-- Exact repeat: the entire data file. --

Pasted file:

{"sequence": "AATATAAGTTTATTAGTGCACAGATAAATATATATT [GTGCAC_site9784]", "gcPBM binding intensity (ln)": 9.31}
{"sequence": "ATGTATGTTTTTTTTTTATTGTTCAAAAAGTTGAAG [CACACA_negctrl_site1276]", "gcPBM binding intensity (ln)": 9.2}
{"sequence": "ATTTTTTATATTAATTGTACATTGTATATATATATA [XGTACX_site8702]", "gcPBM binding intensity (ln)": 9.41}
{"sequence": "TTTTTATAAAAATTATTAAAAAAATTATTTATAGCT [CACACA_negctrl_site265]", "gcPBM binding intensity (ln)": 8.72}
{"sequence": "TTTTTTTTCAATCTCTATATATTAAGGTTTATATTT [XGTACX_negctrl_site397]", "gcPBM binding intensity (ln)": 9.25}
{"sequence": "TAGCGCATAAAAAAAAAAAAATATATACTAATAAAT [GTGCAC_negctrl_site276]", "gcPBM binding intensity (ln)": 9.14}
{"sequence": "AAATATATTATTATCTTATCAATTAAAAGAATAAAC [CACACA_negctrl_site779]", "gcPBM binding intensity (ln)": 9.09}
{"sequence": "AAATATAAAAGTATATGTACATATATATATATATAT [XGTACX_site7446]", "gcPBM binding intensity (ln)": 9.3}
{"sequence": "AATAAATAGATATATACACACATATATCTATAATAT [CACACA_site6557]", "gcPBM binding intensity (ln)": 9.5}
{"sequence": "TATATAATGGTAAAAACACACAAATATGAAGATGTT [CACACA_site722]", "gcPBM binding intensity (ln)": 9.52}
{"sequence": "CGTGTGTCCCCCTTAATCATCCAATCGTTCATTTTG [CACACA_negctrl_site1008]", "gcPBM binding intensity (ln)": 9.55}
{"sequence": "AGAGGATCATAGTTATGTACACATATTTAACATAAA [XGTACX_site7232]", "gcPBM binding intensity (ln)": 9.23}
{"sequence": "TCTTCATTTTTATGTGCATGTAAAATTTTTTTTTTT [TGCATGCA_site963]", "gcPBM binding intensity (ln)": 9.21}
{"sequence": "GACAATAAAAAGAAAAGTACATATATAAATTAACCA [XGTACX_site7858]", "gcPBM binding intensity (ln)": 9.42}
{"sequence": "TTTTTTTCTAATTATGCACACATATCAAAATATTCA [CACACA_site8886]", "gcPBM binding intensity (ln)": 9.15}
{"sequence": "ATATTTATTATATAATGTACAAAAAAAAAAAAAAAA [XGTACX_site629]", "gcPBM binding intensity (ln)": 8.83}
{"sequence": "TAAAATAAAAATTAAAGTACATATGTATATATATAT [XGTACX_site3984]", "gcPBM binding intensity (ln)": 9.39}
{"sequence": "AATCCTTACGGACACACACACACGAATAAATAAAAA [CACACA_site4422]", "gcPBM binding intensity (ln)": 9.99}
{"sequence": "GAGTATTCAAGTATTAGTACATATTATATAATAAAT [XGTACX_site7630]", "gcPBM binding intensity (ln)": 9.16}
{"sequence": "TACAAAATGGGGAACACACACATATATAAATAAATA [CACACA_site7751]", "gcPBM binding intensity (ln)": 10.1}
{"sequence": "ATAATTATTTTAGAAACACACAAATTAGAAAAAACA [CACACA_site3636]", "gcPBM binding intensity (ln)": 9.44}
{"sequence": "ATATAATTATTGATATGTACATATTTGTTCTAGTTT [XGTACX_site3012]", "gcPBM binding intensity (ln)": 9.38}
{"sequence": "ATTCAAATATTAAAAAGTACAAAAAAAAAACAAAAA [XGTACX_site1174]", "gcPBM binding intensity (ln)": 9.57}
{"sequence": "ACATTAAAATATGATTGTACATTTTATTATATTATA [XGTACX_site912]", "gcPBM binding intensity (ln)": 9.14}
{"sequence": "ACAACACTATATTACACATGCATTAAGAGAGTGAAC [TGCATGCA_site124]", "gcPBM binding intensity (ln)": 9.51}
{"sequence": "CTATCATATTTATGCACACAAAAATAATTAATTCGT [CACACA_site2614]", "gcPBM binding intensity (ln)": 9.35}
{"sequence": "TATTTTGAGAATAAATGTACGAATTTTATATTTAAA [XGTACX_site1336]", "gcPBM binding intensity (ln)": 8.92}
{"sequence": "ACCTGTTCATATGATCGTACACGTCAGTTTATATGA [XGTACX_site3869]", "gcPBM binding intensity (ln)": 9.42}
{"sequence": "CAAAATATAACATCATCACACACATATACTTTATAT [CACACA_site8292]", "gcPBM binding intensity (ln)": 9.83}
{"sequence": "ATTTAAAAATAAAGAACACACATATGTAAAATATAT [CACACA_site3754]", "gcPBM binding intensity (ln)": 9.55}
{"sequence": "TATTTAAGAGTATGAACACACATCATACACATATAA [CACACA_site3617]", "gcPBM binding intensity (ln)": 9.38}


{"sequence": "AATATAAGTTTATTAGTGCACAGATAAATATATATT [GTGCAC_site9784]", "gcPBM binding intensity (ln)": 9.31}
{"sequence": "ATGTATGTTTTTTTTTTATTGTTCAAAAAGTTGAAG [CACACA_negctrl_site1276]", "gcPBM binding intensity (ln)": 9.2}
{"sequence": "ATTTTTTATATTAATTGTACATTGTATATATATATA [XGTACX_site8702]", "gcPBM binding intensity (ln)": 9.41}
{"sequence": "TTTTTATAAAAATTATTAAAAAAATTATTTATAGCT [CACACA_negctrl_site265]", "gcPBM binding intensity (ln)": 8.72}
{"sequence": "TTTTTTTTCAATCTCTATATATTAAGGTTTATATTT [XGTACX_negctrl_site397]", "gcPBM binding intensity (ln)": 9.25}
{"sequence": "TAGCGCATAAAAAAAAAAAAATATATACTAATAAAT [GTGCAC_negctrl_site276]", "gcPBM binding intensity (ln)": 9.14}
{"sequence": "AAATATATTATTATCTTATCAATTAAAAGAATAAAC [CACACA_negctrl_site779]", "gcPBM binding intensity (ln)": 9.09}
{"sequence": "AAATATAAAAGTATATGTACATATATATATATATAT [XGTACX_site7446]", "gcPBM binding intensity (ln)": 9.3}
{"sequence": "AATAAATAGATATATACACACATATATCTATAATAT [CACACA_site6557]", "gcPBM binding intensity (ln)": 9.5}
{"sequence": "TATATAATGGTAAAAACACACAAATATGAAGATGTT [CACACA_site722]", "gcPBM binding intensity (ln)": 9.52}
{"sequence": "CGTGTGTCCCCCTTAATCATCCAATCGTTCATTTTG [CACACA_negctrl_site1008]", "gcPBM binding intensity (ln)": 9.55}
{"sequence": "AGAGGATCATAGTTATGTACACATATTTAACATAAA [XGTACX_site7232]", "gcPBM binding intensity (ln)": 9.23}
{"sequence": "TCTTCATTTTTATGTGCATGTAAAATTTTTTTTTTT [TGCATGCA_site963]", "gcPBM binding intensity (ln)": 9.21}
{"sequence": "GACAATAAAAAGAAAAGTACATATATAAATTAACCA [XGTACX_site7858]", "gcPBM binding intensity (ln)": 9.42}
{"sequence": "TTTTTTTCTAATTATGCACACATATCAAAATATTCA [CACACA_site8886]", "gcPBM binding intensity (ln)": 9.15}
{"sequence": "ATATTTATTATATAATGTACAAAAAAAAAAAAAAAA [XGTACX_site629]", "gcPBM binding intensity (ln)": 8.83}
{"sequence": "TAAAATAAAAATTAAAGTACATATGTATATATATAT [XGTACX_site3984]", "gcPBM binding intensity (ln)": 9.39}
{"sequence": "AATCCTTACGGACACACACACACGAATAAATAAAAA [CACACA_site4422]", "gcPBM binding intensity (ln)": 9.99}
{"sequence": "GAGTATTCAAGTATTAGTACATATTATATAATAAAT [XGTACX_site7630]", "gcPBM binding intensity (ln)": 9.16}
{"sequence": "TACAAAATGGGGAACACACACATATATAAATAAATA [CACACA_site7751]", "gcPBM binding intensity (ln)": 10.1}
{"sequence": "ATAATTATTTTAGAAACACACAAATTAGAAAAAACA [CACACA_site3636]", "gcPBM binding intensity (ln)": 9.44}
{"sequence": "ATATAATTATTGATATGTACATATTTGTTCTAGTTT [XGTACX_site3012]", "gcPBM binding intensity (ln)": 9.38}
{"sequence": "ATTCAAATATTAAAAAGTACAAAAAAAAAACAAAAA [XGTACX_site1174]", "gcPBM binding intensity (ln)": 9.57}
{"sequence": "ACATTAAAATATGATTGTACATTTTATTATATTATA [XGTACX_site912]", "gcPBM binding intensity (ln)": 9.14}
{"sequence": "ACAACACTATATTACACATGCATTAAGAGAGTGAAC [TGCATGCA_site124]", "gcPBM binding intensity (ln)": 9.51}
{"sequence": "CTATCATATTTATGCACACAAAAATAATTAATTCGT [CACACA_site2614]", "gcPBM binding intensity (ln)": 9.35}
{"sequence": "TATTTTGAGAATAAATGTACGAATTTTATATTTAAA [XGTACX_site1336]", "gcPBM binding intensity (ln)": 8.92}
{"sequence": "ACCTGTTCATATGATCGTACACGTCAGTTTATATGA [XGTACX_site3869]", "gcPBM binding intensity (ln)": 9.42}
{"sequence": "CAAAATATAACATCATCACACACATATACTTTATAT [CACACA_site8292]", "gcPBM binding intensity (ln)": 9.83}
{"sequence": "ATTTAAAAATAAAGAACACACATATGTAAAATATAT [CACACA_site3754]", "gcPBM binding intensity (ln)": 9.55}
{"sequence": "TATTTAAGAGTATGAACACACATCATACACATATAA [CACACA_site3617]", "gcPBM binding intensity (ln)": 9.38}